“The Westminster Award for Human Life, Human Rights, and Human Dignity, recognises extraordinary and notable work and achievements that safeguard the dignity and right to life of human beings.
The Westminster Award was founded in 2013, a year after the death of Right To Life founder Phyllis Bowman DSG, in whose memory it is awarded.
The recipient of the Westminster Award is chosen by the Chair of the All-Party Parliamentary Pro-Life Group and the Trustees of Right To Life, having taken advice from senior MPs and Peers in both Houses of the Westminster Parliament.
Lord Alton of Liverpool (2021)
Human rights campaigner and Member of the House of Lords, David Alton, received the 2021 Westminster Award for Human Life, Human Rights, and Human Dignity.
Author of eleven books, he is a Visiting Professor at Liverpool Hope University, serves on the House of Lords International Relations and Defence Select Committee, is Co-Chair or Vice Chair of eight All-Party Parliamentary Groups, and is Trustee or Patron of a number of charities and voluntary organisations.
Lord Alton is a senior member of the All-Party Parliamentary Pro-Life Group and a patron of Right To Life UK.
A champion for justice and life
Lord Alton began his career as a teacher, working in socially disadvantaged neighbourhoods, teaching immigrant children, and later children with special needs.
He became involved in politics as a teenager and at 17 years of age was elected as chairman of his town’s branch of Young Liberals. In his Student Union he successfully proposed a campaign against apartheid and became active in community politics, choosing to live in a neighbourhood where half the homes had no inside sanitation and had been designated as a slum clearance area. In 1972, while still a 21-year-old student, he was elected to Liverpool City Council for the Low Hill (and Smithdown from 1973) Ward and became the city’s Housing Chairman and Deputy Leader. At the time of his election, he was Britain’s youngest city councillor.
He was elected as Member of Parliament for Liverpool Edge Hill at a by-election in 1979 for the former Liberal Party, becoming the “Baby of the House” – the youngest member – achieving a record swing of 36.8% and 64% of the vote.
He won the seat the day after the Callaghan Government was defeated in a vote of confidence and the 1979 General Election being called. He became the shortest-lived MP, a Member for less than a week, and made his Maiden Speech within three hours of taking his seat. Five weeks later he was re-elected and went on to serve as a Liverpool MP for 18 years, before standing down in 1997. He was the only new member of a Parliamentary Party of 11 MPs. He campaigned on the slogan “Everyone Knows Someone Who Has Been Helped by David Alton.”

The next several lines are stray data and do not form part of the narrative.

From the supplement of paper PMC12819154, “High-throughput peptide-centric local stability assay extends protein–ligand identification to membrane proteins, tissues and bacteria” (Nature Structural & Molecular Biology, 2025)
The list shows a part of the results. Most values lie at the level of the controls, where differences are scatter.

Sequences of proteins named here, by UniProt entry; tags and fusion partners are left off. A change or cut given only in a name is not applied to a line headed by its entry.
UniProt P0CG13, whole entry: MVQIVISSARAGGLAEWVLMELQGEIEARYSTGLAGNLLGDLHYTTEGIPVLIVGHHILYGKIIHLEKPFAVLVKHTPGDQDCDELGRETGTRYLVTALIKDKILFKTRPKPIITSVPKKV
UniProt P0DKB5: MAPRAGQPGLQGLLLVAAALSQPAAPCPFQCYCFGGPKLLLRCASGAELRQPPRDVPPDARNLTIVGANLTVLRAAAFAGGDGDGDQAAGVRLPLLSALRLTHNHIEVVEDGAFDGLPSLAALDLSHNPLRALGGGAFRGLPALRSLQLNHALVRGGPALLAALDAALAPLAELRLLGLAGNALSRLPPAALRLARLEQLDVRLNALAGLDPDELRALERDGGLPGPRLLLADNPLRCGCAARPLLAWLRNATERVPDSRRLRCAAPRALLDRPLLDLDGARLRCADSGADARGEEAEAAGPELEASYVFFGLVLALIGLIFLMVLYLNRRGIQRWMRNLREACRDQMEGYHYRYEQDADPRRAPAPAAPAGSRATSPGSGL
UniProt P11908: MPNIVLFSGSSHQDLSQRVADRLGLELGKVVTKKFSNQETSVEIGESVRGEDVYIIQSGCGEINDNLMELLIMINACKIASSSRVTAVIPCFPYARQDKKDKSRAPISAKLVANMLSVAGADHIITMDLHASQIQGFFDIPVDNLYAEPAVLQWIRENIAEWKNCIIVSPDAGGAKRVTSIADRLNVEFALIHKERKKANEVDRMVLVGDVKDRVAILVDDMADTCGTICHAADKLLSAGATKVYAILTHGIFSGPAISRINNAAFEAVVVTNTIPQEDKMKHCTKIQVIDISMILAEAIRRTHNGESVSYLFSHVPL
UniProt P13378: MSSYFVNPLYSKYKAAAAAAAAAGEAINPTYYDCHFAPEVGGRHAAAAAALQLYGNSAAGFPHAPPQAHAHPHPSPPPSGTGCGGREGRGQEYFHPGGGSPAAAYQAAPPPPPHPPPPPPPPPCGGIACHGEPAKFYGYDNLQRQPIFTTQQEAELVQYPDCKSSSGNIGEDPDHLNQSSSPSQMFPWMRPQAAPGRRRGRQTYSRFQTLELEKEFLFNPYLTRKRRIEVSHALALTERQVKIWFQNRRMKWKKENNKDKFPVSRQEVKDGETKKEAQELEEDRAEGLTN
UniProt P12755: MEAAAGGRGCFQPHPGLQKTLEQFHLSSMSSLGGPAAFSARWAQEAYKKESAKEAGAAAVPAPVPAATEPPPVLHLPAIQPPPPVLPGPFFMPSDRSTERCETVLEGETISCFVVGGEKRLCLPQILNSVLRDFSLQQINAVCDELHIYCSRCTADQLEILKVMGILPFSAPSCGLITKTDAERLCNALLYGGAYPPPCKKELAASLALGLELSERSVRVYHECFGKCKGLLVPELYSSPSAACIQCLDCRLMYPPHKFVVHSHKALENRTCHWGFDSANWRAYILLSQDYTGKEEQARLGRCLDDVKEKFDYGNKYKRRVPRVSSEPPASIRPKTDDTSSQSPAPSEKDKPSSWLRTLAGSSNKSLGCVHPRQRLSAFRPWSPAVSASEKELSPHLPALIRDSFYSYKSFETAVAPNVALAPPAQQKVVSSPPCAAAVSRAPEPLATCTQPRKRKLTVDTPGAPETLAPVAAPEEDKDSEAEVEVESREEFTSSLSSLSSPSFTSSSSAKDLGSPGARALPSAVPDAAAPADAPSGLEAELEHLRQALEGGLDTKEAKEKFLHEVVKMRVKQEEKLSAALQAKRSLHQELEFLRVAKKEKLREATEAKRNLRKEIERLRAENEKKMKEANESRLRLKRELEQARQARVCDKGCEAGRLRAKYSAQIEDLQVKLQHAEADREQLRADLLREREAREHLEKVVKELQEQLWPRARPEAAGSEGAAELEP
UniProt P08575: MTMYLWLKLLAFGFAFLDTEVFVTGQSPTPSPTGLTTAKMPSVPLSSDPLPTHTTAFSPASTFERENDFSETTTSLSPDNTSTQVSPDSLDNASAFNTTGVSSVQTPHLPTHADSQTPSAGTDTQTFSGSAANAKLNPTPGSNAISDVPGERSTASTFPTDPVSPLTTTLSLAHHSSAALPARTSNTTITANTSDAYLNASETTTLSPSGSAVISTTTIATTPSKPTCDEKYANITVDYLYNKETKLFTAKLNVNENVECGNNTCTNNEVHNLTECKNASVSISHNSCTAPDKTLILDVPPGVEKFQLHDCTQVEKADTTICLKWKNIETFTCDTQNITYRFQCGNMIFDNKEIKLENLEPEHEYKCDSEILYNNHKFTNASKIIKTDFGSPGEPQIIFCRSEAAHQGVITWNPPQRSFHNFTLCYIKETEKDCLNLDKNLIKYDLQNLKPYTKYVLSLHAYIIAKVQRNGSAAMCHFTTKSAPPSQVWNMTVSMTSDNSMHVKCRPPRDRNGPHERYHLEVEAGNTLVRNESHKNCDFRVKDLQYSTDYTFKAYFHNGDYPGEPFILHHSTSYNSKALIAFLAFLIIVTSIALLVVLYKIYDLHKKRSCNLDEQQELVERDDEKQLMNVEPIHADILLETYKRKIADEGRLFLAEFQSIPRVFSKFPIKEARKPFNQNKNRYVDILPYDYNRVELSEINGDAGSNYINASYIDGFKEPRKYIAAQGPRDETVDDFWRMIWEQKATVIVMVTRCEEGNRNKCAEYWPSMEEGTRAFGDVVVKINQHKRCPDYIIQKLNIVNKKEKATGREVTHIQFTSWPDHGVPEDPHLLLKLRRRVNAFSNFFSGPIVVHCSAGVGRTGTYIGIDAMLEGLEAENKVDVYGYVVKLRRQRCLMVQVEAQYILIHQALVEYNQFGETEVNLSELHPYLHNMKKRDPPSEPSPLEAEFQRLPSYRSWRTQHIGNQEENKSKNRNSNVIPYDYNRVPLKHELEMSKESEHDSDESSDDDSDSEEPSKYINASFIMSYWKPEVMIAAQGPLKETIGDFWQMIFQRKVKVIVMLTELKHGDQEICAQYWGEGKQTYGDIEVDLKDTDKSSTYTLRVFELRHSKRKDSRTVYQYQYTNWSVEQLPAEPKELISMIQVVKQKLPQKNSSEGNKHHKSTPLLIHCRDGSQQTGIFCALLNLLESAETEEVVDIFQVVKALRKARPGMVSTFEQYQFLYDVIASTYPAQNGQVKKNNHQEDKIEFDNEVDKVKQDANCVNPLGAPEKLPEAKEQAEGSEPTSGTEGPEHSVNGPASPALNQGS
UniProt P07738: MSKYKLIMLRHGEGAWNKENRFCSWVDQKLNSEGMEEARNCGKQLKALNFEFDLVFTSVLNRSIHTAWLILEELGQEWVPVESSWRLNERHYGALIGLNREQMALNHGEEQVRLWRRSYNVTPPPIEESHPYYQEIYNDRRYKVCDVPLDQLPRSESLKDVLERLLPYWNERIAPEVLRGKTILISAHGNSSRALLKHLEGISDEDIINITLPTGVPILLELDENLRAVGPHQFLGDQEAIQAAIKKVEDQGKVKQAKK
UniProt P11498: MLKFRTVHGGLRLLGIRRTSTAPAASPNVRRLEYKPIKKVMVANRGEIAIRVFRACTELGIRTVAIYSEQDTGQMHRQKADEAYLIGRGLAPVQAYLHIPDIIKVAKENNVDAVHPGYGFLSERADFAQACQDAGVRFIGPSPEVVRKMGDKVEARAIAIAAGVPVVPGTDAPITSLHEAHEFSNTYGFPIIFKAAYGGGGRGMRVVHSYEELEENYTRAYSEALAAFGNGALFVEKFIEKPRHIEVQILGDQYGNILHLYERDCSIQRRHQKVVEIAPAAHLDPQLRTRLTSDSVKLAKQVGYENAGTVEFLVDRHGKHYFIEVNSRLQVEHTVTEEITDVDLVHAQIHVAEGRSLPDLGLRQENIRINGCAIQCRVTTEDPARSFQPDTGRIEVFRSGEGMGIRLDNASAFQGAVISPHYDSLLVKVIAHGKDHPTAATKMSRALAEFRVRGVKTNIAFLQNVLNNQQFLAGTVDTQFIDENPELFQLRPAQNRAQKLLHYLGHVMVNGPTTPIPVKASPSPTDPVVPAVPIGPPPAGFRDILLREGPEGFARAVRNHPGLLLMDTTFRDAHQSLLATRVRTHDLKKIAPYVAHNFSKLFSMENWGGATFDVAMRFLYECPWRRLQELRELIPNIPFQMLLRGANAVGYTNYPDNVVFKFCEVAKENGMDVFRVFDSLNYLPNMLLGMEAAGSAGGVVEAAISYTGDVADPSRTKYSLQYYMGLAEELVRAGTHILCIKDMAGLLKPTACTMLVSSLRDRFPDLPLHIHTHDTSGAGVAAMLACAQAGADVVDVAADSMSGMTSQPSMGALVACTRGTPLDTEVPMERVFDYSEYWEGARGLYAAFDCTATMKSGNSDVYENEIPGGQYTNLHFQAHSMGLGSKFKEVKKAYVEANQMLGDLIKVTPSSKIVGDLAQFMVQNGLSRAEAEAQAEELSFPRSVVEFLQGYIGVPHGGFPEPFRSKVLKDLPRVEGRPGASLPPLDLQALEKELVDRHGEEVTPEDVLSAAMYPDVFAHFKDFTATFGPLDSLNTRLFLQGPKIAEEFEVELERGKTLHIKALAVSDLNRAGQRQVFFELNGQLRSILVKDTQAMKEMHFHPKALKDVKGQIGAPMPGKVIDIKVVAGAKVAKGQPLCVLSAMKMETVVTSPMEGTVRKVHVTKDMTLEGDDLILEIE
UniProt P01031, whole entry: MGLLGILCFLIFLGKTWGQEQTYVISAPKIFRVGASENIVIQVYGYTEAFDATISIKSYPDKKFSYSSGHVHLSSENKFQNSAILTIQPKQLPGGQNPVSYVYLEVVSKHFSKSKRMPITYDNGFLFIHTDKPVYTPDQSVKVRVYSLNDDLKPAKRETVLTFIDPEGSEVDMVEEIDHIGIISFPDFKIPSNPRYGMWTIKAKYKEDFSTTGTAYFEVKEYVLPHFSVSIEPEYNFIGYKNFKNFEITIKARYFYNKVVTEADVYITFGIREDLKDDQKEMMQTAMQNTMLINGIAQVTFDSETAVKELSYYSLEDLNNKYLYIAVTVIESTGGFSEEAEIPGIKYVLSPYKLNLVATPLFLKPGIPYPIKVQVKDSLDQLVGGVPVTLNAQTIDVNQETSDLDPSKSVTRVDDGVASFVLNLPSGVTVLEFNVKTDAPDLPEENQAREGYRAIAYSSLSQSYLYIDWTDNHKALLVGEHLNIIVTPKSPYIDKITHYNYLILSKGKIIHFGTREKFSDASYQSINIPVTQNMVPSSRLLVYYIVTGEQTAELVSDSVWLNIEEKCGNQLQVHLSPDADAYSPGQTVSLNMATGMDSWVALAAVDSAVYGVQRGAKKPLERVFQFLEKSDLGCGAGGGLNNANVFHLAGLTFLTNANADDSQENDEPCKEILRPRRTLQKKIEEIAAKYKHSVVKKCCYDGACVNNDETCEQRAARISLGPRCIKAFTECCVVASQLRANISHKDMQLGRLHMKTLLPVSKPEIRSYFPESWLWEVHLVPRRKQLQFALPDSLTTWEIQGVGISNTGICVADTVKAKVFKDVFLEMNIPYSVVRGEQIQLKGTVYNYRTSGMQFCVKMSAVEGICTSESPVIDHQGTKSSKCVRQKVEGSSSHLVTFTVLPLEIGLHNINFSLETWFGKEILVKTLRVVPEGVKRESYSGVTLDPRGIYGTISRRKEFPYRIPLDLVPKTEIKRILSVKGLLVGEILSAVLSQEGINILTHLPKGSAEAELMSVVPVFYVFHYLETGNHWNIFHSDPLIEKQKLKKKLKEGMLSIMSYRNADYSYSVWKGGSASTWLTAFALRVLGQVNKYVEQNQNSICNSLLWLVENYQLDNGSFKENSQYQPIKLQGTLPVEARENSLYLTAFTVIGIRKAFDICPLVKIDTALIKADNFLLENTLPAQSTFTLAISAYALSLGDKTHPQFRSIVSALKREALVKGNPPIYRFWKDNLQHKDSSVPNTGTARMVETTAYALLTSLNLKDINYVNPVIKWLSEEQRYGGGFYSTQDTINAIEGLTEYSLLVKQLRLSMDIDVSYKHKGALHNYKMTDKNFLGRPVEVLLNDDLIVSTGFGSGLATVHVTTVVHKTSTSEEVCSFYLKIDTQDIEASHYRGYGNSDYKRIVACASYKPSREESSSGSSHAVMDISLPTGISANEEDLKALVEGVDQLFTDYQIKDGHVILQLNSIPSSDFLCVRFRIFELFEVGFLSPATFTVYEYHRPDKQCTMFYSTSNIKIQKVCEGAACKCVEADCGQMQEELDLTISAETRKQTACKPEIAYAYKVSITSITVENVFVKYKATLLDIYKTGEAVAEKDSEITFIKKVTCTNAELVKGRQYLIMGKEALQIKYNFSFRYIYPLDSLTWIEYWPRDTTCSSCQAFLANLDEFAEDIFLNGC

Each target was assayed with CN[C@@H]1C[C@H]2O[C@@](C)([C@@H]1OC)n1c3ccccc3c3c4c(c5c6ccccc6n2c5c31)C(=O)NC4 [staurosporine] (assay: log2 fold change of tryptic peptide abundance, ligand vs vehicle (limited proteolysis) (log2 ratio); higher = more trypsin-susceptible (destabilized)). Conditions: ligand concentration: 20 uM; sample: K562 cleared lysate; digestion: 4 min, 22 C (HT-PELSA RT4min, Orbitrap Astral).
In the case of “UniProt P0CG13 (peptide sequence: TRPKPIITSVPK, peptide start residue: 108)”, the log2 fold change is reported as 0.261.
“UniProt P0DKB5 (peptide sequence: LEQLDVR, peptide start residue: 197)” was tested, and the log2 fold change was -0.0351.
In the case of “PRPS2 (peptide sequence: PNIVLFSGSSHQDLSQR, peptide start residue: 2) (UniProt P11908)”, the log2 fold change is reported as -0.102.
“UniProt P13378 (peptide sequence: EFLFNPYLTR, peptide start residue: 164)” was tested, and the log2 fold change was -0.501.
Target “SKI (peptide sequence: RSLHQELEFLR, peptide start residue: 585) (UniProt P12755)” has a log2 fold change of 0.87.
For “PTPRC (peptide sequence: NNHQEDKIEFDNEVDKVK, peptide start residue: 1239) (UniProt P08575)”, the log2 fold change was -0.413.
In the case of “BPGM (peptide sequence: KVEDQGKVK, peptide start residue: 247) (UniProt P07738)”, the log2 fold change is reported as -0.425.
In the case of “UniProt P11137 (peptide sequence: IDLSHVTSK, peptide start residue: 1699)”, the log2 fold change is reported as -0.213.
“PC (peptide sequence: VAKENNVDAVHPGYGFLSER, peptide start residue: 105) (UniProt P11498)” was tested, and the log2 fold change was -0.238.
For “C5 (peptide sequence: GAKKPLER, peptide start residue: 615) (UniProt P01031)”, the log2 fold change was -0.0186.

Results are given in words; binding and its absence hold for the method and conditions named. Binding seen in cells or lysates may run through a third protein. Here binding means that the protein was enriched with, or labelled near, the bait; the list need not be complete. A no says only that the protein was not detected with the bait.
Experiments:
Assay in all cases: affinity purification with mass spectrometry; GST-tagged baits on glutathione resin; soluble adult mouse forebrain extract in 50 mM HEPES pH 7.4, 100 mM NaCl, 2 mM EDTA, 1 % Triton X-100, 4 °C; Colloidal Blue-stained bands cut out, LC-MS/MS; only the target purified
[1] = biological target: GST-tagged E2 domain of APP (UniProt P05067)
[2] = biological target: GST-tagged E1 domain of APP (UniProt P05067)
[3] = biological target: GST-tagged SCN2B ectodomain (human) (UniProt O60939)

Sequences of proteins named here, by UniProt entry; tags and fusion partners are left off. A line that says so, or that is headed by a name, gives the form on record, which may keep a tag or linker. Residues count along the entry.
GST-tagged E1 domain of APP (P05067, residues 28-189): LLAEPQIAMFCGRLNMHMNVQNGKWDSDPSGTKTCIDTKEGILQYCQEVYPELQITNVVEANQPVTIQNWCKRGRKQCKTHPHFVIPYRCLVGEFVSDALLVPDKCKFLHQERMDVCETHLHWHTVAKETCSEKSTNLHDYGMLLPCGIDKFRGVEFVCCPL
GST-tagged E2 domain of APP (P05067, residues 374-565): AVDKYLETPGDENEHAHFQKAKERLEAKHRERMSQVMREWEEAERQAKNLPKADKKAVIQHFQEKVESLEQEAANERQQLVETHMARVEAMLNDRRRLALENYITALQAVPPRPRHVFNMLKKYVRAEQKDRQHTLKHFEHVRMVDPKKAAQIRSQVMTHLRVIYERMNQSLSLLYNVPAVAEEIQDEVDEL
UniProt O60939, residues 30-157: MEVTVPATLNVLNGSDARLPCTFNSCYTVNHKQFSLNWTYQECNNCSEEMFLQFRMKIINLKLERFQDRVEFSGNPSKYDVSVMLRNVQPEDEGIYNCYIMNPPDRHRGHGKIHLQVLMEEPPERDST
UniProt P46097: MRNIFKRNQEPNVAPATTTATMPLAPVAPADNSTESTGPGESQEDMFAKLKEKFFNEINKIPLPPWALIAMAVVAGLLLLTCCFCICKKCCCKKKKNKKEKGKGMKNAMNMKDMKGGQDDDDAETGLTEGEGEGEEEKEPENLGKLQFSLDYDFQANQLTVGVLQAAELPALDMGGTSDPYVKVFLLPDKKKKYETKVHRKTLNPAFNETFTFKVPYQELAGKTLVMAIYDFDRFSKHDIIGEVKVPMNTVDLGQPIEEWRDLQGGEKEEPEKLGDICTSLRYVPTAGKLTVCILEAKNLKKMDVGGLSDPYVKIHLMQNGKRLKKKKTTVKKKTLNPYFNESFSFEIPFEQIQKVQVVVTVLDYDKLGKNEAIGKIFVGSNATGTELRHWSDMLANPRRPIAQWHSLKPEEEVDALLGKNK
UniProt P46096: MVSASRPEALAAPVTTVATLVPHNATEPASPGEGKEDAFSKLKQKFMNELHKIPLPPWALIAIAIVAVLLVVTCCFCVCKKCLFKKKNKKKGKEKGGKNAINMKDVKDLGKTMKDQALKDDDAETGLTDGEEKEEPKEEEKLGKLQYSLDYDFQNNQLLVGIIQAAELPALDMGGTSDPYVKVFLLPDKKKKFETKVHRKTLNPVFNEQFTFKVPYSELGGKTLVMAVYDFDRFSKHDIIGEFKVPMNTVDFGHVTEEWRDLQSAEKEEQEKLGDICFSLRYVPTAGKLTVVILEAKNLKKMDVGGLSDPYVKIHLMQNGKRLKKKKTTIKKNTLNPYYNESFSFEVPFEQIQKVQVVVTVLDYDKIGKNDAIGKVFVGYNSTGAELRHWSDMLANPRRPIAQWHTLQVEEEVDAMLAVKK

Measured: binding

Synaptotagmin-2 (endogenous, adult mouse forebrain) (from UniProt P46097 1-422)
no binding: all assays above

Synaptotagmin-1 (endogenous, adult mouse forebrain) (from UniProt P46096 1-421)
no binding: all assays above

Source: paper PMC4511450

He was his Party’s spokesman on Home Affairs, Northern Ireland, Overseas Development and the Environment, and served as Chief Whip, Chairman of the Party’s Policy Committee and national President of the National League of Young Liberals.
In 1987, he resigned as Chief Whip to campaign for his unsuccessful Private Member’s Bill which aimed to stop late abortions. The Bill achieved a record 296 votes and a majority of 45 in the House of Commons – and never lost a vote at any stage – but was filibustered by opponents.
In 1992, after his Party moved from a “conscience” position on abortion to making the issue a matter of party policy (on the same day on which a motion was passed calling, among other things, for protection of goldfish sold in amusement arcades and funfairs) he announced that he would not contest again on the party’s platform.
In 1997, he stood down from the House of Commons, and from party politics, and was nominated by the Prime Minister, Sir John Major, to the House of Lords.
He has introduced Private Member’s Bills in Parliament on the rights of private tenants; minimum housing standards; victims of violent crime; the upper time limit for abortion; the right to establish housing co-operatives; the right to establish directly elected neighbourhood councils; the re-export of arms; a Bill to require research into the causes and cures for mesothelioma; and a Bill to create new mechanisms to bring to justice those responsible for genocide or crimes against humanity.
Lord Alton is founder and co-chairman of the British-DPRK All-Party Parliamentary Group, and visited Pyongyang on four occasions, including in October 2010 when he had talks with leaders of the North Korean government including Choe Thae Bok, chairman of the Supreme People’s Assembly, the country’s rubber-stamp parliament and when he protested about human rights violations in that country, raising specific cases with their Ministers. He details his experiences in his book, written with Rob Chidley, ”Building Bridges: Is There Hope For North Korea?” (Lion 2013), one of eleven books he has authored.
In March 2017, as a member of the Sages Group (to which he was appointed in 2016), he spoke at a forum of the 34th Session of the UN Human Rights Council, alongside His Honour Judge Michael Kirby (chairman of the UN Commission of Inquiry into North Korea) and Dr Marzuki Darusman, former UN Special Rapporteur on North Korea, and called for the regime’s leaders to be prosecuted by the International Criminal Court.
He also successfully campaigned for the creation of BBC World Service broadcasts to the Korean Peninsula.
In 2020, he was appointed to the House of Lords International Relations and Defence Select Committee – and involved in the Committee’s reports on Sub Saharan Africa and Afghanistan. In 2021, the Committee agreed to a new Inquiry into China, Trade and Security.
During lockdown, he hosted several webinars and participated in conferences on issues such as the abduction, forced marriage and forced conversion of girls and women, on Article 18 of the Universal Declaration of Human Rights, and on the failure to respond to mass atrocities in Nigeria and Burma.
In 2020 he moved amendments to Telecommunications and Trade legislation challenging the links between Huawei, the Chinese Communist Party and the use of Uyghur slave labour, and in 2021 he promoted the All-Party Genocide Amendment to the Trade Bill.
Chris Whitehouse KCSG, a trustee of Right To Life UK, said: